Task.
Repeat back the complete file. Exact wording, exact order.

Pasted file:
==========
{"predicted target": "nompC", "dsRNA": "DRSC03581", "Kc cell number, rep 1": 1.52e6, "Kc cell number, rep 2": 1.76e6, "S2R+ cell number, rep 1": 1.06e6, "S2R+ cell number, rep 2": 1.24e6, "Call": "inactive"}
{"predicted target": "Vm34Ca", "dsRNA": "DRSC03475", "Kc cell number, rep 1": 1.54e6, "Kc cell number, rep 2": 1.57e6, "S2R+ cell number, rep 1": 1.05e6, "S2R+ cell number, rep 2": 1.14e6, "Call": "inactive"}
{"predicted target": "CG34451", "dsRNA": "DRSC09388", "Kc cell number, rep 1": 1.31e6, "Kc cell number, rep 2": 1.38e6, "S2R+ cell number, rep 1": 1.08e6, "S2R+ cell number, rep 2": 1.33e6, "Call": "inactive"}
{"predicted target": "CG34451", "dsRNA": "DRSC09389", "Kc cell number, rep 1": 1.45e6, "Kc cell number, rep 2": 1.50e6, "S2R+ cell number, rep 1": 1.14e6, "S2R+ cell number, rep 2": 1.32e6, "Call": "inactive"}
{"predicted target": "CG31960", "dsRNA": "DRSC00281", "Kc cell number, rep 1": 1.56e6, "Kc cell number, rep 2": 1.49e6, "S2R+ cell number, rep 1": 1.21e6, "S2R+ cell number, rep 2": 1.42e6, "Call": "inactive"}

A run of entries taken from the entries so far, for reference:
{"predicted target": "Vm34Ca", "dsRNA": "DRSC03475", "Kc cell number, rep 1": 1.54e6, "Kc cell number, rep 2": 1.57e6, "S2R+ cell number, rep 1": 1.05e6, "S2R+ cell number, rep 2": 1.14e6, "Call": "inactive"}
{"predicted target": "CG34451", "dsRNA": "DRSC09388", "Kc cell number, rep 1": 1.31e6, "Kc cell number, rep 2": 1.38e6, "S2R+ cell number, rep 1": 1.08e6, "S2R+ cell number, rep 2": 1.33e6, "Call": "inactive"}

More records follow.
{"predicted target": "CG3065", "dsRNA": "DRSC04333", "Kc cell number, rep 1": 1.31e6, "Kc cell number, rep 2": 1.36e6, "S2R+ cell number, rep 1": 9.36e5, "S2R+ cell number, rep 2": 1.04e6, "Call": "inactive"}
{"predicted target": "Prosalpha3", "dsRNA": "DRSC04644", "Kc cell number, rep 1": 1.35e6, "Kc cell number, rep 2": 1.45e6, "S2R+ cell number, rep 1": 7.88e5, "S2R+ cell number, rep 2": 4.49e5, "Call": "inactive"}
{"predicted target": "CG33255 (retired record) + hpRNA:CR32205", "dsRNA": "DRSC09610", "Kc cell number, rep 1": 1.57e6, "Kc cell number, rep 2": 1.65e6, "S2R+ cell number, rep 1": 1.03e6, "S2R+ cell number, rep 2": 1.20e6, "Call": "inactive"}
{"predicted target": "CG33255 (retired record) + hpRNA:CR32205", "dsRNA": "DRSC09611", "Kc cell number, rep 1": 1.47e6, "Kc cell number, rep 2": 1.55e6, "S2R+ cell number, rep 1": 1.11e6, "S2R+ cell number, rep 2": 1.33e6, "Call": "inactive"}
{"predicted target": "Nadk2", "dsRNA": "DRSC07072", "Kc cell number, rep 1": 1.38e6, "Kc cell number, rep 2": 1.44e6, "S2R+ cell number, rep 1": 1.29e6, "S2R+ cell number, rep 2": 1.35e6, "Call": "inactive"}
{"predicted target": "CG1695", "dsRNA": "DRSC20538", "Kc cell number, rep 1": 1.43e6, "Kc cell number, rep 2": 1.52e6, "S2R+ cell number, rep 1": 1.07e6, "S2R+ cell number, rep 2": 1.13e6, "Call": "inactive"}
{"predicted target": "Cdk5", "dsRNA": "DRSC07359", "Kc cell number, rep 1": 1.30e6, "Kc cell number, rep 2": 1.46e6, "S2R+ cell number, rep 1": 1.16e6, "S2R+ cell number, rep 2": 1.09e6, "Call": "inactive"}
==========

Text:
{"predicted target": "nompC", "dsRNA": "DRSC03581", "Kc cell number, rep 1": 1.52e6, "Kc cell number, rep 2": 1.76e6, "S2R+ cell number, rep 1": 1.06e6, "S2R+ cell number, rep 2": 1.24e6, "Call": "inactive"}
{"predicted target": "Vm34Ca", "dsRNA": "DRSC03475", "Kc cell number, rep 1": 1.54e6, "Kc cell number, rep 2": 1.57e6, "S2R+ cell number, rep 1": 1.05e6, "S2R+ cell number, rep 2": 1.14e6, "Call": "inactive"}
{"predicted target": "CG34451", "dsRNA": "DRSC09388", "Kc cell number, rep 1": 1.31e6, "Kc cell number, rep 2": 1.38e6, "S2R+ cell number, rep 1": 1.08e6, "S2R+ cell number, rep 2": 1.33e6, "Call": "inactive"}
{"predicted target": "CG34451", "dsRNA": "DRSC09389", "Kc cell number, rep 1": 1.45e6, "Kc cell number, rep 2": 1.50e6, "S2R+ cell number, rep 1": 1.14e6, "S2R+ cell number, rep 2": 1.32e6, "Call": "inactive"}
{"predicted target": "CG31960", "dsRNA": "DRSC00281", "Kc cell number, rep 1": 1.56e6, "Kc cell number, rep 2": 1.49e6, "S2R+ cell number, rep 1": 1.21e6, "S2R+ cell number, rep 2": 1.42e6, "Call": "inactive"}

A run of entries taken from the entries so far, for reference:
{"predicted target": "Vm34Ca", "dsRNA": "DRSC03475", "Kc cell number, rep 1": 1.54e6, "Kc cell number, rep 2": 1.57e6, "S2R+ cell number, rep 1": 1.05e6, "S2R+ cell number, rep 2": 1.14e6, "Call": "inactive"}
{"predicted target": "CG34451", "dsRNA": "DRSC09388", "Kc cell number, rep 1": 1.31e6, "Kc cell number, rep 2": 1.38e6, "S2R+ cell number, rep 1": 1.08e6, "S2R+ cell number, rep 2": 1.33e6, "Call": "inactive"}

More records follow.
{"predicted target": "CG3065", "dsRNA": "DRSC04333", "Kc cell number, rep 1": 1.31e6, "Kc cell number, rep 2": 1.36e6, "S2R+ cell number, rep 1": 9.36e5, "S2R+ cell number, rep 2": 1.04e6, "Call": "inactive"}
{"predicted target": "Prosalpha3", "dsRNA": "DRSC04644", "Kc cell number, rep 1": 1.35e6, "Kc cell number, rep 2": 1.45e6, "S2R+ cell number, rep 1": 7.88e5, "S2R+ cell number, rep 2": 4.49e5, "Call": "inactive"}
{"predicted target": "CG33255 (retired record) + hpRNA:CR32205", "dsRNA": "DRSC09610", "Kc cell number, rep 1": 1.57e6, "Kc cell number, rep 2": 1.65e6, "S2R+ cell number, rep 1": 1.03e6, "S2R+ cell number, rep 2": 1.20e6, "Call": "inactive"}
{"predicted target": "CG33255 (retired record) + hpRNA:CR32205", "dsRNA": "DRSC09611", "Kc cell number, rep 1": 1.47e6, "Kc cell number, rep 2": 1.55e6, "S2R+ cell number, rep 1": 1.11e6, "S2R+ cell number, rep 2": 1.33e6, "Call": "inactive"}
{"predicted target": "Nadk2", "dsRNA": "DRSC07072", "Kc cell number, rep 1": 1.38e6, "Kc cell number, rep 2": 1.44e6, "S2R+ cell number, rep 1": 1.29e6, "S2R+ cell number, rep 2": 1.35e6, "Call": "inactive"}
{"predicted target": "CG1695", "dsRNA": "DRSC20538", "Kc cell number, rep 1": 1.43e6, "Kc cell number, rep 2": 1.52e6, "S2R+ cell number, rep 1": 1.07e6, "S2R+ cell number, rep 2": 1.13e6, "Call": "inactive"}
{"predicted target": "Cdk5", "dsRNA": "DRSC07359", "Kc cell number, rep 1": 1.30e6, "Kc cell number, rep 2": 1.46e6, "S2R+ cell number, rep 1": 1.16e6, "S2R+ cell number, rep 2": 1.09e6, "Call": "inactive"}